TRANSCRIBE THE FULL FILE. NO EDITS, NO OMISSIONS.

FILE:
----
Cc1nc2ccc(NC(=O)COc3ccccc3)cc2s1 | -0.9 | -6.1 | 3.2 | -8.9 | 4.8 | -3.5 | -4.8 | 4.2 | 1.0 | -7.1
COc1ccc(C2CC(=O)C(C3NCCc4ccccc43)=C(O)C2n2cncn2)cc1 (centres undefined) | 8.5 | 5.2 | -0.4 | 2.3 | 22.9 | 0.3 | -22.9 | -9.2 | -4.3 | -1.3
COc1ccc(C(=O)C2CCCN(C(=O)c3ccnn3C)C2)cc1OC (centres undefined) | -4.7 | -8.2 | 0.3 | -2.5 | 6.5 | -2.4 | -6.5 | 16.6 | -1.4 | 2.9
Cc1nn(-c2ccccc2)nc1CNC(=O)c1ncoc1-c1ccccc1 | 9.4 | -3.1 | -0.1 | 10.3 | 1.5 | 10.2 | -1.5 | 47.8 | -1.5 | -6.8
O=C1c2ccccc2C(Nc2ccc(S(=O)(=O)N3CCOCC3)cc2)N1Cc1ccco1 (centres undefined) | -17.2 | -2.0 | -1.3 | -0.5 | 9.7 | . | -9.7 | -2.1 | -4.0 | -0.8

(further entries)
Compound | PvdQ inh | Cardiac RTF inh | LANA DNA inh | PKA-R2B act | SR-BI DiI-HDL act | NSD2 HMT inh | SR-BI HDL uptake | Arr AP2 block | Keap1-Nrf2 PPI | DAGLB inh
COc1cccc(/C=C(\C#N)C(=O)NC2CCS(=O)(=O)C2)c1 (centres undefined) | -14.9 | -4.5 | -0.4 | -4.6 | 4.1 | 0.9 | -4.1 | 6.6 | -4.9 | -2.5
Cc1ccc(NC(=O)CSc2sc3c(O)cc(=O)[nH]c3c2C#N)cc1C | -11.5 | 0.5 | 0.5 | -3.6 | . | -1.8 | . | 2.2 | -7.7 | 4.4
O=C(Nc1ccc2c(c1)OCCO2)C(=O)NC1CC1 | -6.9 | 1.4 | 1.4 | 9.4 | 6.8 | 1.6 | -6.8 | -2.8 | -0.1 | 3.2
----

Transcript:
Cc1nc2ccc(NC(=O)COc3ccccc3)cc2s1 | -0.9 | -6.1 | 3.2 | -8.9 | 4.8 | -3.5 | -4.8 | 4.2 | 1.0 | -7.1
COc1ccc(C2CC(=O)C(C3NCCc4ccccc43)=C(O)C2n2cncn2)cc1 (centres undefined) | 8.5 | 5.2 | -0.4 | 2.3 | 22.9 | 0.3 | -22.9 | -9.2 | -4.3 | -1.3
COc1ccc(C(=O)C2CCCN(C(=O)c3ccnn3C)C2)cc1OC (centres undefined) | -4.7 | -8.2 | 0.3 | -2.5 | 6.5 | -2.4 | -6.5 | 16.6 | -1.4 | 2.9
Cc1nn(-c2ccccc2)nc1CNC(=O)c1ncoc1-c1ccccc1 | 9.4 | -3.1 | -0.1 | 10.3 | 1.5 | 10.2 | -1.5 | 47.8 | -1.5 | -6.8
O=C1c2ccccc2C(Nc2ccc(S(=O)(=O)N3CCOCC3)cc2)N1Cc1ccco1 (centres undefined) | -17.2 | -2.0 | -1.3 | -0.5 | 9.7 | . | -9.7 | -2.1 | -4.0 | -0.8

(further entries)
Compound | PvdQ inh | Cardiac RTF inh | LANA DNA inh | PKA-R2B act | SR-BI DiI-HDL act | NSD2 HMT inh | SR-BI HDL uptake | Arr AP2 block | Keap1-Nrf2 PPI | DAGLB inh
COc1cccc(/C=C(\C#N)C(=O)NC2CCS(=O)(=O)C2)c1 (centres undefined) | -14.9 | -4.5 | -0.4 | -4.6 | 4.1 | 0.9 | -4.1 | 6.6 | -4.9 | -2.5
Cc1ccc(NC(=O)CSc2sc3c(O)cc(=O)[nH]c3c2C#N)cc1C | -11.5 | 0.5 | 0.5 | -3.6 | . | -1.8 | . | 2.2 | -7.7 | 4.4
O=C(Nc1ccc2c(c1)OCCO2)C(=O)NC1CC1 | -6.9 | 1.4 | 1.4 | 9.4 | 6.8 | 1.6 | -6.8 | -2.8 | -0.1 | 3.2